Macro strategy, route planning, important management hires were all part of his domain.
He also came to Delhi every month besides spending a large proportion of his time in the US on IndiGo matters.
Combined with the new mistrust (details in Part 2) that had crept in between the partners, it didn’t help matters that almost all the foreigners who were brought in to manage the growing carrier either underperformed or simply failed to fit in with the airline’s culture.
Many Indians resented being told what to do by their “idle back home” bosses.
Often, the juniors gleefully watched their expat boss make a mistake and did not bother to correct him as “he’s the boss, he should know better”.
In the process, the company suffered.
This showed up in the airline’s performance, and the first two quarters of 2018 produced very poor results.
Quarter three was marginally better, but that was primarily due to Jet’s grounding, which proved to be a windfall for the carrier.
In addition, the airline faced a spate of cancellations right from end 2018 to April 2019 due to its poor pilot management, always a weak spot for IndiGo.
In general, Bhatia had always acceded to Gangwal’s wisdom and experience when it came to the hiring of top management.
Candidates were often found by Gangwal and taken on board by Bhatia.
Many in the company were of the view that Bhatia often “succumbed like a lamb” to Gangwal in matters like this, in the belief that his partner knew best.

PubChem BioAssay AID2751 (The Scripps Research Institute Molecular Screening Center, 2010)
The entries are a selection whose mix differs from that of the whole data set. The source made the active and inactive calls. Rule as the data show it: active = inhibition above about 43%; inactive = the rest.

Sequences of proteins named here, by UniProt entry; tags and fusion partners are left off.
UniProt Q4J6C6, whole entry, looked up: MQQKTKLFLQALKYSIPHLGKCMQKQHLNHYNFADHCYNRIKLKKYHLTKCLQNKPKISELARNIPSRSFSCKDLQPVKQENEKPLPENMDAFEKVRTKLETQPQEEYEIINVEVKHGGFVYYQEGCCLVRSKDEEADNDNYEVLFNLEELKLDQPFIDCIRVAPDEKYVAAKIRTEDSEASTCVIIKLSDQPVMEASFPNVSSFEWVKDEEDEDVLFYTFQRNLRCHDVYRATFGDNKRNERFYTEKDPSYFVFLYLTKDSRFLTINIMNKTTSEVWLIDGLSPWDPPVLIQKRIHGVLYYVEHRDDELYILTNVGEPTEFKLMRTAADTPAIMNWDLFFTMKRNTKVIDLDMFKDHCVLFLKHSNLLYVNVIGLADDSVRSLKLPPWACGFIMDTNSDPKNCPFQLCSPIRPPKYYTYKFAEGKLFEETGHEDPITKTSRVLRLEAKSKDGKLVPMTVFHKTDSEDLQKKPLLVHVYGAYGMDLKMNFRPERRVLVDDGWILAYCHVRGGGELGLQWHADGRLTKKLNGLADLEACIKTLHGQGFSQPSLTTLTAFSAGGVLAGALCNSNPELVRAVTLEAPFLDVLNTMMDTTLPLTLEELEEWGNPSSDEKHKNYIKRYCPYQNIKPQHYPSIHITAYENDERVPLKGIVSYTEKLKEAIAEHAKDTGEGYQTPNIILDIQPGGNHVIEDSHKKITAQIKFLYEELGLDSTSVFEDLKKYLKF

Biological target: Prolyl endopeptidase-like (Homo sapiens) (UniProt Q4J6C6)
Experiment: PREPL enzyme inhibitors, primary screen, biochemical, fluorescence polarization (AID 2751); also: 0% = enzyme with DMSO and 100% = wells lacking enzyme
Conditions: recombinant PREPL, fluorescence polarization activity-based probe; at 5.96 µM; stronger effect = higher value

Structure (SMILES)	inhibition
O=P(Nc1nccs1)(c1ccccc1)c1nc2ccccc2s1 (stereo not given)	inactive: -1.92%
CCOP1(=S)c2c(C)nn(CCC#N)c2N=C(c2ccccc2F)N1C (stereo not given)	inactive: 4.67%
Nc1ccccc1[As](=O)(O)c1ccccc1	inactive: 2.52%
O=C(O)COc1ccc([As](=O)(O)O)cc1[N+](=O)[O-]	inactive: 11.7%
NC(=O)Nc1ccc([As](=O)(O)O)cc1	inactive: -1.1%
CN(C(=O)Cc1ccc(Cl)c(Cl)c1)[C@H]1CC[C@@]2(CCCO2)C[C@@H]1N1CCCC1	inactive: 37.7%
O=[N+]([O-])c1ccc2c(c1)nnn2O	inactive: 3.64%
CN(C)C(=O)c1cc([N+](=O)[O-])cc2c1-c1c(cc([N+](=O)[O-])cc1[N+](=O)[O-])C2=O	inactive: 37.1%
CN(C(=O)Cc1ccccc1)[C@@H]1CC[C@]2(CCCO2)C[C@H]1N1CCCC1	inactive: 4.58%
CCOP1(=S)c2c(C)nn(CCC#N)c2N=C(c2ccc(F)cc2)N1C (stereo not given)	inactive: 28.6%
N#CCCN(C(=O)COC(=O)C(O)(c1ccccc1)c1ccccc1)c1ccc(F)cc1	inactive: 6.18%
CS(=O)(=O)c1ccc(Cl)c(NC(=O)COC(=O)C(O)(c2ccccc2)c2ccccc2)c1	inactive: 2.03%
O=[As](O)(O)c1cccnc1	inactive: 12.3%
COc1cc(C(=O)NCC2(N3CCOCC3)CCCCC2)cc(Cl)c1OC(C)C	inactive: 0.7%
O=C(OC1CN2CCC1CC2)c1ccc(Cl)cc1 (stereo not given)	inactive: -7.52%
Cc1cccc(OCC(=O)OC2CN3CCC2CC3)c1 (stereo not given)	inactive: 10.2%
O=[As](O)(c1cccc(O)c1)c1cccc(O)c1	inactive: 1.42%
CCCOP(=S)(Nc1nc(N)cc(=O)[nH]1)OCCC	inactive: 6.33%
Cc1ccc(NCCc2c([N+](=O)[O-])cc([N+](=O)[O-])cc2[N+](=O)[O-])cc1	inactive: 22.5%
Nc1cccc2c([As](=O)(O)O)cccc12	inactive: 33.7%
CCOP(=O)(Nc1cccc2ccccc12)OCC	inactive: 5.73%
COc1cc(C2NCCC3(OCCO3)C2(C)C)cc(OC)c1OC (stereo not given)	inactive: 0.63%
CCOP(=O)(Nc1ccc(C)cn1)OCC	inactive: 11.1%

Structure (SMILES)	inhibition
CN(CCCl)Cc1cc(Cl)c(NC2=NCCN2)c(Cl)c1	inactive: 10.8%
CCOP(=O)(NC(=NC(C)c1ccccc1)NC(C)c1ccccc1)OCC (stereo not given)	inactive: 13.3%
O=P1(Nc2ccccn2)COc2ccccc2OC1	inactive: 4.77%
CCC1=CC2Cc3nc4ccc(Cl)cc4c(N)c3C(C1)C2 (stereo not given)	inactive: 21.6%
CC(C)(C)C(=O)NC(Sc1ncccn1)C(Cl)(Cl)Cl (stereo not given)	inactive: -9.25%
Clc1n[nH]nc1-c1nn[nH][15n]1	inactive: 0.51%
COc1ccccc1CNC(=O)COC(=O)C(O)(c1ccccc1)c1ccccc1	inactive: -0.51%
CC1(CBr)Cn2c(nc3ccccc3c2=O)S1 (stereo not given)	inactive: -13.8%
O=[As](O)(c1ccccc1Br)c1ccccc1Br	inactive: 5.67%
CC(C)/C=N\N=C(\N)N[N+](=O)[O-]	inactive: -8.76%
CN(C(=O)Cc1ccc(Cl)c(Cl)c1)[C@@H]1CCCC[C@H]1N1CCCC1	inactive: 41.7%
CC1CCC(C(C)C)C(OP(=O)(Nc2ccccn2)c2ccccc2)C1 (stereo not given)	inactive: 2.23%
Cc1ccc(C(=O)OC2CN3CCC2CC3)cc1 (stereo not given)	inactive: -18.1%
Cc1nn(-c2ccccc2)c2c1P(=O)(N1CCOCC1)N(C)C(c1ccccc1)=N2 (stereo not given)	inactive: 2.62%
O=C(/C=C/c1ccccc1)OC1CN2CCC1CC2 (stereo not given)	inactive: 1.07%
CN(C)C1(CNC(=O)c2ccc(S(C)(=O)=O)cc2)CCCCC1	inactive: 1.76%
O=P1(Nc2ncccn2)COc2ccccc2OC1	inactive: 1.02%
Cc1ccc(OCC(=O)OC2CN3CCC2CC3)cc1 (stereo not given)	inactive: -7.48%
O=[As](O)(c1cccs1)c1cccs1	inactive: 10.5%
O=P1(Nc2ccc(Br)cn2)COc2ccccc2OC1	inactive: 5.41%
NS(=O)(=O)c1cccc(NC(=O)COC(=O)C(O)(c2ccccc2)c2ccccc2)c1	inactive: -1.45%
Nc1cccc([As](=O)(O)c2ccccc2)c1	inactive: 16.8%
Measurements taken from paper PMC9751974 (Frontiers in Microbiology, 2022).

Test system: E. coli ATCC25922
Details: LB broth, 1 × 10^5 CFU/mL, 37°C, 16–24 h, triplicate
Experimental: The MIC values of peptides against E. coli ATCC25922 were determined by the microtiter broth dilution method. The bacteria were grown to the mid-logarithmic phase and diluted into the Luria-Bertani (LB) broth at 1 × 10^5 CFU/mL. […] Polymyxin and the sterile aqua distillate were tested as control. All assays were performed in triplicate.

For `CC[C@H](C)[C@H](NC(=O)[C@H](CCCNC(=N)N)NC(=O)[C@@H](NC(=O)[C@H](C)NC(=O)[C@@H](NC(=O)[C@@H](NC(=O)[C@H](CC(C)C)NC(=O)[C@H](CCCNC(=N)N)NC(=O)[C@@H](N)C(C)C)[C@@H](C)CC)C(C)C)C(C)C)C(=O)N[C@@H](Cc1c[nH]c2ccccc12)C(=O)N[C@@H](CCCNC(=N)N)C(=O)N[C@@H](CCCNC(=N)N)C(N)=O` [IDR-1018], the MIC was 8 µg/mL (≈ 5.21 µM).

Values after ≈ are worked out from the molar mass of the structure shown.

Both were confident that each man was acting in the company’s best interests and gave each other the space to do what they did best.
Bhatia had, however, managed to keep Ghosh in the pilot’s seat for far longer than Gangwal would have liked.
After Gangwal’s withdrawal from the company’s day-to-day affairs, Bhatia took firmer hold of the reins.
Although Taylor was CEO designate, by December, Bhatia decided to bring in Ronojoy Datta as the airline’s CEO, rendering Taylor redundant.
This decision didn’t have the stamp of his partner and many feel that it did not go down well with Gangwal.
The entry of Datta and the departure of Taylor led to a second churn at the airline – the first had happened around the time Ghosh and Kumar quit.
A lot of the expats left and the contracts that had ended were not renewed.
Many argue that Gangwal, who was accustomed to his partner acquiescing to his choices, did not like the fact that Bhatia was beginning to flex his muscles.
The hiring of Datta – done primarily by Bhatia himself – may have been one of the two factors that marked the end of a relationship that was already beginning to fray.
Many suspect that the final nail in the coffin was the $ 20 billion CFM engine deal brokered by Kiran Rao (formerly with Airbus, who was working on a consultancy basis for Bhatia) and assisted by Riyaz PeerMohamed, chief aircraft acquisitions and financing officer at IndiGo – a deal which left Gangwal out entirely.
The move was a loss of face for Gangwal, who had supported the P&W engines that were likely to result in more fuel savings in the long run.
After a rocky 2018, operationally, things have stabilised at the carrier.
Barring pilot management, which remains a niggling issue, on-time performance has picked up.
Cancellations are low and the planes are full.
The grounding of Jet has helped improve yields and the profitability of the airline (and that of its rivals).
Perhaps the last thing IndiGo needed at this juncture was the outbreak of a bitter spat between the two promoters.
But that is where it finds itself.